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Investing During Uncertain Times


Summary

  • Determine your risk exposure before designing your portfolio
  • Stay informed
  • Hold steady and take a long-term view

It seems like every time you turn on the TV there is news of breaking news. There are so many media outlets and online media has also formed a constant contact approach to our news feed. Everyone seems to stay updated with news stories right as they come out.

This constant stream of information can leave a lot of people feeling fearful and therefore not ready to invest, or ready to pull back greatly. If there is international news regarding trade deals this could impact many stocks that have ties internationally (and most do). This makes consumers want to immediately explore safer investments and decrease their risk exposure as much as possible. No matter how much research an investor does, it still can’t stand up to the uncertainty in markets.

Putting your money anywhere comes with a certain level of risk. That is why investments are not Federal Deposit Insurance Corporation (FDIC) insured by banks and any loss is not covered by the bank or institution insurance. It’s a fend for yourself type of mentality. If the topic of a recession is being spouted out to the public, people tend to pull back on their future earnings as the companies cannot predict their futures.

Companies may not meet or even beat their earnings and that would negatively affect the stock price. If your money is invested in that company that did not meet earnings- the price may go down. Most people don’t want to ride the waves of an uncertain stock market due to emotion trading. It’s hard to predict when a recession will end completely or when the economy will kick back up. This results in a sell-off from portfolios that are not wanting their risk exposure to be high.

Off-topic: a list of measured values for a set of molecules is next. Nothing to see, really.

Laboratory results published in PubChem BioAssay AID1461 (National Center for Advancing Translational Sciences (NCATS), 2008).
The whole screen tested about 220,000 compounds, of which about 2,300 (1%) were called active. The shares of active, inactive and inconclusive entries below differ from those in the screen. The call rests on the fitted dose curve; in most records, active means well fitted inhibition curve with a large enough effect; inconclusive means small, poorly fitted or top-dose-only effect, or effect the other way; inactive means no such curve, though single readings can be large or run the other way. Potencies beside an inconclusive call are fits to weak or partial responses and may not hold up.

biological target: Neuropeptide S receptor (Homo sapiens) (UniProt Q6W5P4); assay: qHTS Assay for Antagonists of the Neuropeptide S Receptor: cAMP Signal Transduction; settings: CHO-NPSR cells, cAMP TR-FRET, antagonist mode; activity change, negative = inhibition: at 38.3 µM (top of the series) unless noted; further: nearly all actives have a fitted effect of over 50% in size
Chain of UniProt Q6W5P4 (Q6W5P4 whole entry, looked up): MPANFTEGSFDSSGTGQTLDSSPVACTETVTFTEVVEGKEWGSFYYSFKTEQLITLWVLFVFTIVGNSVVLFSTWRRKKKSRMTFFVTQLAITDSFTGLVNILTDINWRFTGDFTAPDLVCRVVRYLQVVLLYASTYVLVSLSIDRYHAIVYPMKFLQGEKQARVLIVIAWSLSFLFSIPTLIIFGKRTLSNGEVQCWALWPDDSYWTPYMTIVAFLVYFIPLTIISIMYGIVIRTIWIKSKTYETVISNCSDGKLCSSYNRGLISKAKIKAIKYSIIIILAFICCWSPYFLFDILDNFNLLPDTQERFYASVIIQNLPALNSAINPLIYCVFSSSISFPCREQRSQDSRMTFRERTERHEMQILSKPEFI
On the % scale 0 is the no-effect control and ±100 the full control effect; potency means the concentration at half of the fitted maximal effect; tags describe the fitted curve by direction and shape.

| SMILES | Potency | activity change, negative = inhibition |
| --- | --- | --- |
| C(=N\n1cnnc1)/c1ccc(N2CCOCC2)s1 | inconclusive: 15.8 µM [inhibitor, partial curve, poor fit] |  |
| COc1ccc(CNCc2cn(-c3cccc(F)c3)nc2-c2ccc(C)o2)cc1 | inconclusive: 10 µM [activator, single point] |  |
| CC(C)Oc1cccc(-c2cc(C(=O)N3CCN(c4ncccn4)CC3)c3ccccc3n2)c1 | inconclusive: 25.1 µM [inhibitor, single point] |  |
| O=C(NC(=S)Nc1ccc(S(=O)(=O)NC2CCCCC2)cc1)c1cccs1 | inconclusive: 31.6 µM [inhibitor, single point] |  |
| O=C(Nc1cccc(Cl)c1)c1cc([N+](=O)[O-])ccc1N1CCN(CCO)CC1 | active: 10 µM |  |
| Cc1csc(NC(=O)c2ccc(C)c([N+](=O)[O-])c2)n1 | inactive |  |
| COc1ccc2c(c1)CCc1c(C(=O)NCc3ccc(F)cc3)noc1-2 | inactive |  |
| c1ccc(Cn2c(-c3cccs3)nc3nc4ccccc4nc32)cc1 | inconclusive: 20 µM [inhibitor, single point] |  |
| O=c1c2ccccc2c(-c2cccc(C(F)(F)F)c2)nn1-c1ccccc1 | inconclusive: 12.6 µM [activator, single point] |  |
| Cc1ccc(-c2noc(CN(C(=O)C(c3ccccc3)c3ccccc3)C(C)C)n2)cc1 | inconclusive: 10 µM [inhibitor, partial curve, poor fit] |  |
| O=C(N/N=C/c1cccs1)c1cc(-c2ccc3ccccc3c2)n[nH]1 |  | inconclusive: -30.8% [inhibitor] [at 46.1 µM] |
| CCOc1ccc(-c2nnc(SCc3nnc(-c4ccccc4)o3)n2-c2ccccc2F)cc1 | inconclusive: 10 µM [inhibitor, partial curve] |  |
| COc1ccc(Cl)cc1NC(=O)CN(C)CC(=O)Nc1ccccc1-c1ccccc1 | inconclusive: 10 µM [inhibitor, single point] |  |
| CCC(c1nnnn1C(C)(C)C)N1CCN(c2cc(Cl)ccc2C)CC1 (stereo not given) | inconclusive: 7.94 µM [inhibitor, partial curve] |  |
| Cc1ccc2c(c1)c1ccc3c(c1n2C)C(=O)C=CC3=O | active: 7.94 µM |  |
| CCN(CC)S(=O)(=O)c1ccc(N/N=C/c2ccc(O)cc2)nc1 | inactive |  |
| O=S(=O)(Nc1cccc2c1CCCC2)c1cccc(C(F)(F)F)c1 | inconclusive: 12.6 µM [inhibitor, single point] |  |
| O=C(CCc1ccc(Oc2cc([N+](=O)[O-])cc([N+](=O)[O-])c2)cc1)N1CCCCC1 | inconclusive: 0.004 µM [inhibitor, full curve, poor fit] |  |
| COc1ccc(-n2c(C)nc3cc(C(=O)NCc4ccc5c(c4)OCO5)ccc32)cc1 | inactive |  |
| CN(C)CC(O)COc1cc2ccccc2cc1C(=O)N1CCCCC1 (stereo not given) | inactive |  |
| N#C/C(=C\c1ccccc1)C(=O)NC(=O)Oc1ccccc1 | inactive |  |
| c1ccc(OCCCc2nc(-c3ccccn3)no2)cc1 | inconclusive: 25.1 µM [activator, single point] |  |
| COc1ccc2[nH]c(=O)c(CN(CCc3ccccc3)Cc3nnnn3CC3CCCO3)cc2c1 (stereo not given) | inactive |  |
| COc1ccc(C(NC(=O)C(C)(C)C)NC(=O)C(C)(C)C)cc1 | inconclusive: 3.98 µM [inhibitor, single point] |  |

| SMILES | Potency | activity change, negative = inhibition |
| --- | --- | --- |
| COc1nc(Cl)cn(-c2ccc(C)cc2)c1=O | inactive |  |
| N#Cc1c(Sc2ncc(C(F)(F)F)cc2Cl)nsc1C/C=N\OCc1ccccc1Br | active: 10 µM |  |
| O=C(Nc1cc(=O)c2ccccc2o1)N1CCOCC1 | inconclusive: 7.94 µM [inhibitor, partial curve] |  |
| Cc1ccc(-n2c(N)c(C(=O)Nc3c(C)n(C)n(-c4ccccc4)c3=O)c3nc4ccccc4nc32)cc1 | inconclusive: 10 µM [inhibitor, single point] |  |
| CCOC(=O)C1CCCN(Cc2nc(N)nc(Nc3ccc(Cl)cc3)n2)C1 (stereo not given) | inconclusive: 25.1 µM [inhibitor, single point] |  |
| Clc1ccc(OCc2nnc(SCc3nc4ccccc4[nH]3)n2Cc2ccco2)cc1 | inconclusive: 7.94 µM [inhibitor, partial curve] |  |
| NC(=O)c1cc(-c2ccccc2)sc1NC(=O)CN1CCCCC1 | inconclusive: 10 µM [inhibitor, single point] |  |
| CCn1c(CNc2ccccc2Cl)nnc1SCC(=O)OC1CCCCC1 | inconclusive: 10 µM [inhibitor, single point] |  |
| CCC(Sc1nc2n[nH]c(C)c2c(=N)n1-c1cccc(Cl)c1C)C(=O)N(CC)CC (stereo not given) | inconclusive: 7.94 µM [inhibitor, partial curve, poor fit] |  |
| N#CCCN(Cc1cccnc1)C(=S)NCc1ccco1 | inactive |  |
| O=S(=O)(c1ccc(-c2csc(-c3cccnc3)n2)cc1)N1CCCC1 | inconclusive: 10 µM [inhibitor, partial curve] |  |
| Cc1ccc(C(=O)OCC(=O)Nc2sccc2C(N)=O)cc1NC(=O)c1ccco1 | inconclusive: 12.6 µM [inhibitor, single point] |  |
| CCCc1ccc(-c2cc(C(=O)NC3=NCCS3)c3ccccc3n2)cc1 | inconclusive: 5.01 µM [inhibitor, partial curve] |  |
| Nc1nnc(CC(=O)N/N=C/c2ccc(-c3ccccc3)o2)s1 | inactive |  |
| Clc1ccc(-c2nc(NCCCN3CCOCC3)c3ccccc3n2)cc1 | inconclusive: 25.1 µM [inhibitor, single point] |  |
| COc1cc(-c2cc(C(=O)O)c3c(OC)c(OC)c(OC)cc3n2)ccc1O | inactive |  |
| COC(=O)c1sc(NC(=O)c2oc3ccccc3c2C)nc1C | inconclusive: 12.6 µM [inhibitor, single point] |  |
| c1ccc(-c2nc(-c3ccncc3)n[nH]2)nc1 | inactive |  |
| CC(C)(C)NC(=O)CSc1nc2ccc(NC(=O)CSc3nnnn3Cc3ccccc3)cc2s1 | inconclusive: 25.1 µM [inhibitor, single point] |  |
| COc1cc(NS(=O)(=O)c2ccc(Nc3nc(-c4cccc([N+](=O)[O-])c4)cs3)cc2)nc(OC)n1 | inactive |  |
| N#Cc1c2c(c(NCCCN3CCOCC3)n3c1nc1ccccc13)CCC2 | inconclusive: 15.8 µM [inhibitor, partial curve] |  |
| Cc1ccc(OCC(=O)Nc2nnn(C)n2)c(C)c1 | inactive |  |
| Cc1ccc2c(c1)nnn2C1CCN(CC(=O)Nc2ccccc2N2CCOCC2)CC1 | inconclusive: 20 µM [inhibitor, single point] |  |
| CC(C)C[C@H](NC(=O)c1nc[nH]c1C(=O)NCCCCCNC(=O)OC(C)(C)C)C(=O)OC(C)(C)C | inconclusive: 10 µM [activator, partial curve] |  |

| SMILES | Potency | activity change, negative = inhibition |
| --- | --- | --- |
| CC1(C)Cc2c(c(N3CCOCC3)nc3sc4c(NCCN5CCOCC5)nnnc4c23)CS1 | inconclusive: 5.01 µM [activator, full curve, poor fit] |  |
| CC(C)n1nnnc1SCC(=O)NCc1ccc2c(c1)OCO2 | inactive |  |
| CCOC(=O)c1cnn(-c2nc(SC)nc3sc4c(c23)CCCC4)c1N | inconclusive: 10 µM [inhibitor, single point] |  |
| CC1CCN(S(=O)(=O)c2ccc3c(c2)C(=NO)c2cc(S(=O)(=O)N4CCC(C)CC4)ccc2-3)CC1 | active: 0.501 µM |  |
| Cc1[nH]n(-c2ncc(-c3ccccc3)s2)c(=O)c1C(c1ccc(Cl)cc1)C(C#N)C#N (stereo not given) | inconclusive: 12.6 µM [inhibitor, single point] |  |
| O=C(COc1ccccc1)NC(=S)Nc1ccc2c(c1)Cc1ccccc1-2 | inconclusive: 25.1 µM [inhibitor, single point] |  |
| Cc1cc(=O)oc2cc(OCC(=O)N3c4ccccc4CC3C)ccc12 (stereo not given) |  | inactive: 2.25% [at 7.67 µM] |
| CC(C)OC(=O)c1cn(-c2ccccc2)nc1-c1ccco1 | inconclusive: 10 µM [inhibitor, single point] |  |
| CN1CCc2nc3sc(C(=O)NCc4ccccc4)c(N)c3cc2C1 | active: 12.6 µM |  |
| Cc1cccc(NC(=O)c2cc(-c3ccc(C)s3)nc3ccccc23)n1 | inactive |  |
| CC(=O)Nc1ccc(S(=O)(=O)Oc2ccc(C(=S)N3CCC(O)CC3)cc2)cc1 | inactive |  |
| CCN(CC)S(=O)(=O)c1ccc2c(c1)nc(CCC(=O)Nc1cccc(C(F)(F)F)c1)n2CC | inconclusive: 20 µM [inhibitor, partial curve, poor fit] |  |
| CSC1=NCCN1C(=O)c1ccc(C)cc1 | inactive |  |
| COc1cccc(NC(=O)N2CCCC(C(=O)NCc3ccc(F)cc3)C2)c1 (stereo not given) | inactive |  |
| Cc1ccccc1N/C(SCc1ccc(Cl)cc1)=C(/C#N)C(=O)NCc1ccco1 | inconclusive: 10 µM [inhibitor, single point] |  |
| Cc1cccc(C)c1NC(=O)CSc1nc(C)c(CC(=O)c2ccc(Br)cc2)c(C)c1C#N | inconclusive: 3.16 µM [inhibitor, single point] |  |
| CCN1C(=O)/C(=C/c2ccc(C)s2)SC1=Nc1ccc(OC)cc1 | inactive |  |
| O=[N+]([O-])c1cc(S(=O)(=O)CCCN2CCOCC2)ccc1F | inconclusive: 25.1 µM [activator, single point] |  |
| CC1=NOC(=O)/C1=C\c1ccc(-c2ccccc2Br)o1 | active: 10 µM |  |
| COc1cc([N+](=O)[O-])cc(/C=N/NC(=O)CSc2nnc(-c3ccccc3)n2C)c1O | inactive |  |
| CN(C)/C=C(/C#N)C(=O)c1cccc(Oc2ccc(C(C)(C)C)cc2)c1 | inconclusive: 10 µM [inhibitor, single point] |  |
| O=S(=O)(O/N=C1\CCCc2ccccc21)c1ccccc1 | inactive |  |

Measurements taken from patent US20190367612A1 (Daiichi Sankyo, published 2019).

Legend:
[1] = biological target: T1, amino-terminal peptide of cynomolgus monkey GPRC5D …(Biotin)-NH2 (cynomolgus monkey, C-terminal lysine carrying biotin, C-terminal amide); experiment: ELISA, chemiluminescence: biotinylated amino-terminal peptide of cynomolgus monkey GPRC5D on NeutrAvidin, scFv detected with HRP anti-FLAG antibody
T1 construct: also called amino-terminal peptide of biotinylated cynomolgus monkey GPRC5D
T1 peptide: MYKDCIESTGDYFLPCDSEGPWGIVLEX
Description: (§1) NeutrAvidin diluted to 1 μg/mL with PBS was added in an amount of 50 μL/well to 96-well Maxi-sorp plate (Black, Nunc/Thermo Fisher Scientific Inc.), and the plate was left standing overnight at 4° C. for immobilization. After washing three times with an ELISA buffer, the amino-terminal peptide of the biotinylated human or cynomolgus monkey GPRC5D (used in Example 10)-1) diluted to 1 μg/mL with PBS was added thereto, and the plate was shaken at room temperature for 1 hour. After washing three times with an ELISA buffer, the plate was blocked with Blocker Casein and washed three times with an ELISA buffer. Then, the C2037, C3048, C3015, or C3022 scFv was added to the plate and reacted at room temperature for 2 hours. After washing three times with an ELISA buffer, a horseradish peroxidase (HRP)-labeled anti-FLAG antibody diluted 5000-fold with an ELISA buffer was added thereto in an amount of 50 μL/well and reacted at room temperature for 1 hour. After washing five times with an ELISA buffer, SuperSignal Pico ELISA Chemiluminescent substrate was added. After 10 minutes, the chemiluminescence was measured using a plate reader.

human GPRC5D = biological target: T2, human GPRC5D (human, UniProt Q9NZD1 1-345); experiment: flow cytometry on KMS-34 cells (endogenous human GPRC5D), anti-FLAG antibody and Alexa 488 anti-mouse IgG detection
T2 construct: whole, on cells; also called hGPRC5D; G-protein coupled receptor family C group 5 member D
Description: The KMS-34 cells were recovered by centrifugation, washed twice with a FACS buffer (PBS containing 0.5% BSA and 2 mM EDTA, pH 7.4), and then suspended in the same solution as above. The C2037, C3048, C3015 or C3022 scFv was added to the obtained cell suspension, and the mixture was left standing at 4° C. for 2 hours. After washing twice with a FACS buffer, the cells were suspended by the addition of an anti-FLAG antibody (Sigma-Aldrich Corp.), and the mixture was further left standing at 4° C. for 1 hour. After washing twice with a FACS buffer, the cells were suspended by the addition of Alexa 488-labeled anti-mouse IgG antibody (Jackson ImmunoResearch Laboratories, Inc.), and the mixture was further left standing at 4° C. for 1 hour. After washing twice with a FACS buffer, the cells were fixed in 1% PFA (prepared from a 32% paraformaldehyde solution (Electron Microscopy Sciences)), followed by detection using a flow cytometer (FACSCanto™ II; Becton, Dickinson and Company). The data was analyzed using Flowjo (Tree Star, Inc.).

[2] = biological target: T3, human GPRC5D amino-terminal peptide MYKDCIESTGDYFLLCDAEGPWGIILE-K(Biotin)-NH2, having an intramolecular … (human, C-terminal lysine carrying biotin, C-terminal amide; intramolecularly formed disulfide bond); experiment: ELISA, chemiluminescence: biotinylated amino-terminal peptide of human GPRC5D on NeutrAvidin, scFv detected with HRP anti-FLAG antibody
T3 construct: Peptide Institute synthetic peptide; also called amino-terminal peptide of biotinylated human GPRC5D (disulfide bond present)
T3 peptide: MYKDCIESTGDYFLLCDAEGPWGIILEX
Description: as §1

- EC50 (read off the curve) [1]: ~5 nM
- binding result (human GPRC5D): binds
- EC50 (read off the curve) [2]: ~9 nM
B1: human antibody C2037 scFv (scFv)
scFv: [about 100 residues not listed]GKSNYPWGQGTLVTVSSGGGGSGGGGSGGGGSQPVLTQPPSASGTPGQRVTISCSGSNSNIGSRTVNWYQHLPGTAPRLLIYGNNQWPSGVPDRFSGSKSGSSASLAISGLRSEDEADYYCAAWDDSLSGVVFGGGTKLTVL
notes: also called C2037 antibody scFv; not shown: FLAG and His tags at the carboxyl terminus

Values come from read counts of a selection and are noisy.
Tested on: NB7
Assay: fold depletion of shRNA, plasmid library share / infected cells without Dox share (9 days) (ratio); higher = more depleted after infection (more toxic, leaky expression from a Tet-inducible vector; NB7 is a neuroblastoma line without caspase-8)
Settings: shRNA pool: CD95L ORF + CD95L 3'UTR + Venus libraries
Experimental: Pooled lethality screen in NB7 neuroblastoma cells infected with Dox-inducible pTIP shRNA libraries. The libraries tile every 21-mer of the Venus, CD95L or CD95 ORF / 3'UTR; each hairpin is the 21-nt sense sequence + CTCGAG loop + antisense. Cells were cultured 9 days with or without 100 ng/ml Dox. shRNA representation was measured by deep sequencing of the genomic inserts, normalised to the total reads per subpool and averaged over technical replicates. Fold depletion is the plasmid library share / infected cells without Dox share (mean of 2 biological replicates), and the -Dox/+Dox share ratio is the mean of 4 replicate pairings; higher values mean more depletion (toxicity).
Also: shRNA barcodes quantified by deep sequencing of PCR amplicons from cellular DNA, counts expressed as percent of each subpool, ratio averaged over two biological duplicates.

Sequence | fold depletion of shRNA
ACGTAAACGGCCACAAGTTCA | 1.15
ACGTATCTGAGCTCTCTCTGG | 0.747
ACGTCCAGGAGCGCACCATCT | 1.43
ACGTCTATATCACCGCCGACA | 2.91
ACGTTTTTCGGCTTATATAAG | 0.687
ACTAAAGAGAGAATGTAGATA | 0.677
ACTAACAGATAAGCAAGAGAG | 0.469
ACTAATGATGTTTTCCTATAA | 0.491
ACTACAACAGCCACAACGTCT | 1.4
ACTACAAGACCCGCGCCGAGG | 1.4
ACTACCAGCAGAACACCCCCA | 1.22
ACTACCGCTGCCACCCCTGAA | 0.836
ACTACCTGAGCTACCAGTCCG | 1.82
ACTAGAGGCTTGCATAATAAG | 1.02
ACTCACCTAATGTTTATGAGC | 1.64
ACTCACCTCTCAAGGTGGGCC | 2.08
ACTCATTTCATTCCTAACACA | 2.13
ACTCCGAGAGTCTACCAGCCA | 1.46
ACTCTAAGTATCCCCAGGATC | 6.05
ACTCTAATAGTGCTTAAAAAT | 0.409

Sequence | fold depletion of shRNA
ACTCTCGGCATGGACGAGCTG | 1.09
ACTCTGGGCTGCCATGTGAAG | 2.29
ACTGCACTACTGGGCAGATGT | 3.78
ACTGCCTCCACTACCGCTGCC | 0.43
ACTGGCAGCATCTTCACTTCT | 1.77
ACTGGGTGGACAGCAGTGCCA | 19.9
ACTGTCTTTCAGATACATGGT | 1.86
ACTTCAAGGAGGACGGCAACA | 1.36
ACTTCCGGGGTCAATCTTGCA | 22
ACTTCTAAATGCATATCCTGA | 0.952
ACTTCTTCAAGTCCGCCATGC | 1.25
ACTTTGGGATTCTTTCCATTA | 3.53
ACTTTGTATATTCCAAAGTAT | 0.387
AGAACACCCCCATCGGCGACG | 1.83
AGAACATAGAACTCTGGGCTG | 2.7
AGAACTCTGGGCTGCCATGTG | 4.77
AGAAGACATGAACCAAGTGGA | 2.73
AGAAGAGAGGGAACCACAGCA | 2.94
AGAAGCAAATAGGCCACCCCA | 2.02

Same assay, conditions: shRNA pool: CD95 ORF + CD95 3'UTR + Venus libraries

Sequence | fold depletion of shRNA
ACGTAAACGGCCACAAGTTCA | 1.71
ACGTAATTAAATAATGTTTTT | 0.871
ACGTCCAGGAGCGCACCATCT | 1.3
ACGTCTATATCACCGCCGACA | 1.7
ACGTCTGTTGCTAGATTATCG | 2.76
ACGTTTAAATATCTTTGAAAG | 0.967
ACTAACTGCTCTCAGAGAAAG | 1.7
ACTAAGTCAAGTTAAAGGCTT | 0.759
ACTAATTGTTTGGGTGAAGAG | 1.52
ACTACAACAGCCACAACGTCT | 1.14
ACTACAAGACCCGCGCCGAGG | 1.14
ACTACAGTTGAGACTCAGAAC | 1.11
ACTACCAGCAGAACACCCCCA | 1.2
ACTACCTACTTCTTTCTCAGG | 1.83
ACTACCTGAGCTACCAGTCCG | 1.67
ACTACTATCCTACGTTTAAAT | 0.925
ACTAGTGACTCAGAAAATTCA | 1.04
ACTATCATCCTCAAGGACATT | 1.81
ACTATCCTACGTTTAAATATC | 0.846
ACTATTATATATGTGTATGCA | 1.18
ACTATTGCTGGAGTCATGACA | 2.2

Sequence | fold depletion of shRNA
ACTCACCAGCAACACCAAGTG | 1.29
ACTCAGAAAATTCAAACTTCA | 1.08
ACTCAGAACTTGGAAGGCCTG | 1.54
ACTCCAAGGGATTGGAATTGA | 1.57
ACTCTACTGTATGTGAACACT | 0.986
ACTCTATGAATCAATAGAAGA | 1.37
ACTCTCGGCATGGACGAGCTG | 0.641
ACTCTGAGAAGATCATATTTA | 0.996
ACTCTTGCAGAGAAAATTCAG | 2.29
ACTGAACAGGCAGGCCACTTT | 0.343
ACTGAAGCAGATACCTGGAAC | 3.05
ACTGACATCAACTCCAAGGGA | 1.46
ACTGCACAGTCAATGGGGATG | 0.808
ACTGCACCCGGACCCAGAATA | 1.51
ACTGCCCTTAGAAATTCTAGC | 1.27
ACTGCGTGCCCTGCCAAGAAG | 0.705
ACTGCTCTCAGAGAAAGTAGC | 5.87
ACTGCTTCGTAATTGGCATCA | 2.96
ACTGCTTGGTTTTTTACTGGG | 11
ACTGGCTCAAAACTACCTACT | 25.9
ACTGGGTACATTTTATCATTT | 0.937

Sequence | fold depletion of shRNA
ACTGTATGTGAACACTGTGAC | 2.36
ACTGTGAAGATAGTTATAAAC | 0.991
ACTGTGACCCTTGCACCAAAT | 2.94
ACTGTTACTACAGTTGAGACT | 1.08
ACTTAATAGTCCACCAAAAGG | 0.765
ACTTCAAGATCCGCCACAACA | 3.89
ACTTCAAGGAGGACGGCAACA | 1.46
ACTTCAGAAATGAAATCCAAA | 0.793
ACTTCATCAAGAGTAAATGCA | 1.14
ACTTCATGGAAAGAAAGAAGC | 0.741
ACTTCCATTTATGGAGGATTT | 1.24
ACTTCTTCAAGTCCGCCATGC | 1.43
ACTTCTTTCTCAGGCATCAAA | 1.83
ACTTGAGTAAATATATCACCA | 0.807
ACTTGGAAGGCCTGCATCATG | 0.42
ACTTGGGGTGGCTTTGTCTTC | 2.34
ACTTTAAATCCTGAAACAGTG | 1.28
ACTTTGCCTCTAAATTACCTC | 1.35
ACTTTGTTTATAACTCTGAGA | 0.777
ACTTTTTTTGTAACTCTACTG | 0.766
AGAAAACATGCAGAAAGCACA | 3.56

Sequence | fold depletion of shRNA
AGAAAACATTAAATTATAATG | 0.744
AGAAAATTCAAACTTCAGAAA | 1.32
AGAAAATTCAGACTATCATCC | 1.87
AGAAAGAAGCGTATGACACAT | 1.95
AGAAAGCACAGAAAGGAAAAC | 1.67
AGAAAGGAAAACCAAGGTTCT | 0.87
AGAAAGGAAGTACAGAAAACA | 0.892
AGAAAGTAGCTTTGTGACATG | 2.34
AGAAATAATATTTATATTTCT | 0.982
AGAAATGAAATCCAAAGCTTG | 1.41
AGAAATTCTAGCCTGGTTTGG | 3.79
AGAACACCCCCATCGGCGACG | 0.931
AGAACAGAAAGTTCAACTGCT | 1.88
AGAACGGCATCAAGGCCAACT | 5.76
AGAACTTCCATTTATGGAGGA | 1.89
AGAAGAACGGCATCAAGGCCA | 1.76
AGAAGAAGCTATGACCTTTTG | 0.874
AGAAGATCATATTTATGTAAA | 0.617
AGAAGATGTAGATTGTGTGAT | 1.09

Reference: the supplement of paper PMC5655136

“The stock market is a device to transfer money from the impatient to the patient.” — Warren Buffett

Stay Informed

The best way to invest during uncertain times is to stay as informed as you can. Making sure that you’re reading news from all aspects and from as many reputable outlets as you can. As an investor, biases can be damaging—especially when it comes to making a potential investment. It’s always a good idea to keep yourself updated on the news that specifically impacts companies, banks, and global trade because they will have the most power over the performance of the market.

Look at which markets have done better during past market downturns and create a plan to move towards better fit funds. When it comes to investing, nothing will pay off more than educating yourself. Do the necessary research, study, and analysis before making any investment decisions.

Markets Fluctuate, Stay The Course

A lot of investors will become fearful and sell a lot of their market positions. They will move their money to safe securities. Bank CDs are a great way to still earn interest for people who want absolute security. Real estate is often a popular alternative that investors become interested in when the market is under performing. When markets stabilize and investors have held onto real estate the returns can be substantial.

On the other side of the spectrum there are a lot of investors that are hopeful for the future and are willing to stick out the hurricane.These are investors that are taking advantage of the unpredictability and using it to their benefit. There may be companies that will rebound after the downturn and their products or services may be on deep discount. Taking this approach is risky but can create returns as the economy stabilizes.

No one has a magic way to predict the future and know where markets will be 5,10, or 15 years from now. The best thing to do is to stay an informed investor. Leverage your resources and positions that may be lucrative when the economy turns back around. There is no right or wrong way to go. Moving money to safer funds and securities is a way to mitigate your own risk and capital. As always it’s important to do research on what will be best in terms of individual risk and reward contingencies.

Investing During Uncertain Times

Quick Quiz

Review and answer these two questions to move on to the next section in the course.

What is a CD?

Wrong answer, please select correct one.

Wrong answer, please select correct one.

Wrong answer, please select correct one.

Wrong answer, please select correct one.

What is the FDIC?

Wrong answer, please select correct one.

Wrong answer, please select correct one.

Wrong answer, please select correct one.

Wrong answer, please select correct one.